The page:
blob: 39e085e2c803b6aa7dfb8107d8e6f66a61ac2156 [file] [log] [blame]
Name: sqlite
URL: http://sqlite.org/
Version: 3.8.7.4
Included In Release: Yes
Security Critical: Yes
License: Public domain
1) Managing differences between SQLite core and Chromium's version.
2) Making changes to Chromium SQLite.
3) Import new release of SQLite.
4) Running SQLite's test suite within the Chromium checkout.
---
1) Managing differences between SQLite core and Chromium's version.
Chromium maintains some differences WRT SQLite, for reasons beyond this
document's remit. Some differences are bugs we have found and fixed (and
hopefully upstreamed), some are fixes we've backported from a later version of
SQLite, and some our local changes unlikely to ever be upstreamed. New versions
of SQLite are imported every year or two, at which point the changes need to be
reviewed for continued applicability, and sometimes adjusted to reflect upstream
code changes.
To this end, the repository contains a reference copy of the SQLite source code
as of the last import, plus a series of patches which can be applied to
re-create the current trunk code. These patches are generated and processed by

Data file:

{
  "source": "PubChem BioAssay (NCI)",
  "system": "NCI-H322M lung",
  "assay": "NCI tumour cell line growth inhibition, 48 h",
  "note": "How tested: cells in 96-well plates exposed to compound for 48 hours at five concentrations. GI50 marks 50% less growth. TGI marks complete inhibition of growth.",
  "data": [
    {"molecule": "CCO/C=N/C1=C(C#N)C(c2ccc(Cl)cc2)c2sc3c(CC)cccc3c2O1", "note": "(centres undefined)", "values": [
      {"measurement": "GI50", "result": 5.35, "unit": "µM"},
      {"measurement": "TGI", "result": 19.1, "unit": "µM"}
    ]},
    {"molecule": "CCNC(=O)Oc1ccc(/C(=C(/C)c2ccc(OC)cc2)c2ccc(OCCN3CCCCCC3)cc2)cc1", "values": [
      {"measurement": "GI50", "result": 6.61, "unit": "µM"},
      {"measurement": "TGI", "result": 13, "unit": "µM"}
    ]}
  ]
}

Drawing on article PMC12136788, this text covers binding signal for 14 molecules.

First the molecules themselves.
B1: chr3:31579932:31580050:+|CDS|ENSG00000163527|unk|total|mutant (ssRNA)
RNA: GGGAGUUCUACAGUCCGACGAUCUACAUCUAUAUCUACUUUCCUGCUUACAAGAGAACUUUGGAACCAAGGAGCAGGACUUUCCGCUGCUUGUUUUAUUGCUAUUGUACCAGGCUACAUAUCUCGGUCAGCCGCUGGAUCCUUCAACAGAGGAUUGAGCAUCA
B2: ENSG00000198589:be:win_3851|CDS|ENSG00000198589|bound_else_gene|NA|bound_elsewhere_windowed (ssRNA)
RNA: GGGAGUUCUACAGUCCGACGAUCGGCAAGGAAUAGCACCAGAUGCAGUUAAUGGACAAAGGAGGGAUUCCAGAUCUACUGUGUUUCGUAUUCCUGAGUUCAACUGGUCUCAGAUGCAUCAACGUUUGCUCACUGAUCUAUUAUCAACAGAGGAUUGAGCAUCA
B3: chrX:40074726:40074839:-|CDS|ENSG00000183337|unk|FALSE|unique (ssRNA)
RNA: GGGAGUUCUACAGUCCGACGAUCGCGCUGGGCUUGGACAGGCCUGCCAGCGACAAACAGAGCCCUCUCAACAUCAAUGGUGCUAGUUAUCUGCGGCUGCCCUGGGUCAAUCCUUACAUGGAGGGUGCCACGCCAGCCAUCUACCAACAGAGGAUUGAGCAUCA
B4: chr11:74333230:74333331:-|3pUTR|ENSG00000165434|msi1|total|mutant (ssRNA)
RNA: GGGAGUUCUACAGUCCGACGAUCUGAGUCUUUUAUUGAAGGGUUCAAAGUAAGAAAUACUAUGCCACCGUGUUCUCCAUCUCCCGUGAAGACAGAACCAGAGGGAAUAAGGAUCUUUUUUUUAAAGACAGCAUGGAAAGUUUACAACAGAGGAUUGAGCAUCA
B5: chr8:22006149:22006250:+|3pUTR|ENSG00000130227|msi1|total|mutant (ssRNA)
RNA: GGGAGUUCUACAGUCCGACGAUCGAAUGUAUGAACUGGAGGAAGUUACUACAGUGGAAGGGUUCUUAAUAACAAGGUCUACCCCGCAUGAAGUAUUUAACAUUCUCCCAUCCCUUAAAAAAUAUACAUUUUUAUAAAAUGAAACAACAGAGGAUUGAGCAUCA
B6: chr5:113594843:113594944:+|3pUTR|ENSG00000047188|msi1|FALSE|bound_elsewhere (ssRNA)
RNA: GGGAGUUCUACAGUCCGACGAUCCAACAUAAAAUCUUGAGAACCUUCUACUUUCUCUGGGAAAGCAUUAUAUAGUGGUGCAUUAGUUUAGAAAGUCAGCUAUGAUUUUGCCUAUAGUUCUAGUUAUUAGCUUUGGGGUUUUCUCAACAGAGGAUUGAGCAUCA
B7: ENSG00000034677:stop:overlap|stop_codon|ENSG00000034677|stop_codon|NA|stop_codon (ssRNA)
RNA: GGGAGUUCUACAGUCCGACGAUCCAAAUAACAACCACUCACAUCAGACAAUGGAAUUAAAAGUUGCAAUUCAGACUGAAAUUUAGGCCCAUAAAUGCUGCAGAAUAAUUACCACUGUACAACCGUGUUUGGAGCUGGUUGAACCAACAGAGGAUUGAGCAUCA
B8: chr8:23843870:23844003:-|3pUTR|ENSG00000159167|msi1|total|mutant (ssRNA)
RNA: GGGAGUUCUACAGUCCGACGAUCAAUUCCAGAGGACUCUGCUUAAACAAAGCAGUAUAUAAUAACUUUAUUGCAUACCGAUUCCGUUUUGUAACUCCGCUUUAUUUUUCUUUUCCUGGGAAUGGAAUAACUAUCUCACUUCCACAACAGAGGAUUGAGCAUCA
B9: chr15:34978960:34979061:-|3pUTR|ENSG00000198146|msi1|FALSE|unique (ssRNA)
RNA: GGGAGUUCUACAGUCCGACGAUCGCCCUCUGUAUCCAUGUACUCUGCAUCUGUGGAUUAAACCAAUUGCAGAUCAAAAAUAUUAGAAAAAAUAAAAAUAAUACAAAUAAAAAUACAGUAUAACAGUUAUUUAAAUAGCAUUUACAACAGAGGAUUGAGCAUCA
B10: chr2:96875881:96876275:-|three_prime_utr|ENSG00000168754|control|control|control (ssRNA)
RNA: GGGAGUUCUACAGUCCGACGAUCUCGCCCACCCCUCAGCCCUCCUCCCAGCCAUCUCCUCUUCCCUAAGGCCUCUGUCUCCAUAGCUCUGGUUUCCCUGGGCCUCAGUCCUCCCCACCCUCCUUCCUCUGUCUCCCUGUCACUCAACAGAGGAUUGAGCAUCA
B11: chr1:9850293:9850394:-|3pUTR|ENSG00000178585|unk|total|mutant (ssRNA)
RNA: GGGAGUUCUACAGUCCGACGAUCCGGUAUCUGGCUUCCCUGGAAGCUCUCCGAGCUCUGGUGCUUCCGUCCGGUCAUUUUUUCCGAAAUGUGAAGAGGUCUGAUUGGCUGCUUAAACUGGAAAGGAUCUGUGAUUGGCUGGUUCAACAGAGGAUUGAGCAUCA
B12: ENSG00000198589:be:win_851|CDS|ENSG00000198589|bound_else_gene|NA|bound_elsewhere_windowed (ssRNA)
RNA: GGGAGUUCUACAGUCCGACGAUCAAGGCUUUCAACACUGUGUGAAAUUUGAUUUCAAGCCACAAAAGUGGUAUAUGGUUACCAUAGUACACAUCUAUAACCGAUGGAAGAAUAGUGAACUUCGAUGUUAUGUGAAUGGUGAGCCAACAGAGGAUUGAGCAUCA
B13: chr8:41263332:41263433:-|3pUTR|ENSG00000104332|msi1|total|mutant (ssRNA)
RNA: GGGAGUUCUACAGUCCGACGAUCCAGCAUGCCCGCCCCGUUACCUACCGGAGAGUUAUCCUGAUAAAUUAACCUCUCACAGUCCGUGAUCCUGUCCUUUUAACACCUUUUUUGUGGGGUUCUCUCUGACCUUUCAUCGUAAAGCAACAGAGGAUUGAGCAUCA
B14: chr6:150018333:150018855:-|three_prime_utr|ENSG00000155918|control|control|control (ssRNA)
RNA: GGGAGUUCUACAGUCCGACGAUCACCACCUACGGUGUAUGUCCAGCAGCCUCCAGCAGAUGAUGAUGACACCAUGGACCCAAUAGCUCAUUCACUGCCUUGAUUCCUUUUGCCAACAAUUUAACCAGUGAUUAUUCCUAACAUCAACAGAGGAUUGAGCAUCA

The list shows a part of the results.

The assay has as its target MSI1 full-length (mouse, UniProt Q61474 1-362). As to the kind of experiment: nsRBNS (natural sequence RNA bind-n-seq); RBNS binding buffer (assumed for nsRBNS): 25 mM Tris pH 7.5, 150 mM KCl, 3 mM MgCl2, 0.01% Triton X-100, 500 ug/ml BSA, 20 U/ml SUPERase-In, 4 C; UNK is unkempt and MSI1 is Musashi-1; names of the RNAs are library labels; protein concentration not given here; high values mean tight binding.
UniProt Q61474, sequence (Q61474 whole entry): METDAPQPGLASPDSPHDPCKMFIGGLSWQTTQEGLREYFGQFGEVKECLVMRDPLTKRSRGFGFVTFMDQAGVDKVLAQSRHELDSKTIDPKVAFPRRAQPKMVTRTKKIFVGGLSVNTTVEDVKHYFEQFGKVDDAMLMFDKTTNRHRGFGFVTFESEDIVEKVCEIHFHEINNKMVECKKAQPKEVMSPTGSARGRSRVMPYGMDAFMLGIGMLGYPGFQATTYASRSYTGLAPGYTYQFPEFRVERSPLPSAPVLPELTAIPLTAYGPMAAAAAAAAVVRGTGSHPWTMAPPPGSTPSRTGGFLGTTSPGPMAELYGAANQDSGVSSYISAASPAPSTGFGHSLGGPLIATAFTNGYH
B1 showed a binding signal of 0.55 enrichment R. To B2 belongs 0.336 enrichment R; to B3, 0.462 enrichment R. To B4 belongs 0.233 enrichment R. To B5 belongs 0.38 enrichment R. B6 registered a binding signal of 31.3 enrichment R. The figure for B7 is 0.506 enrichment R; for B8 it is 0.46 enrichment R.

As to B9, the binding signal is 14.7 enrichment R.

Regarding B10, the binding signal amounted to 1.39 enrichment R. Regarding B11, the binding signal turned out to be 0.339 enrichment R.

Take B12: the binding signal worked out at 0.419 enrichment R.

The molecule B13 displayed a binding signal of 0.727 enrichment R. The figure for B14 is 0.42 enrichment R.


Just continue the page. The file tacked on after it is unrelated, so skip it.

git, with the intention of re-creating a changelist series so that importers can
use their regular revision-control knowledge to manage import merges.
---
2) Making changes to Chromium SQLite.
third_party/sqlite/src is the patched source from SQLite. This is used to
generate the amalgamation, a concatenation of all of the files into a giant
sqlite3.c. To prototype, edit in src/, then call
./google_generate_amalgamation.sh
to regenerate sqlite3.c. The code in src/ is much easier to edit, and the
SQLite test framework can easily be run. During development it may be
convenient to modify sqlite.gyp (or BUILD.gn) based on src/main.mk to just pull
in the src/ files rather than sqlite3.c.
Once your patch is complete, squash it down into a reasonable CL, then
re-generate the patches. This is a truncated version of the import flow. The
following is written like a shell script to allow copy/paste to a shell, ignore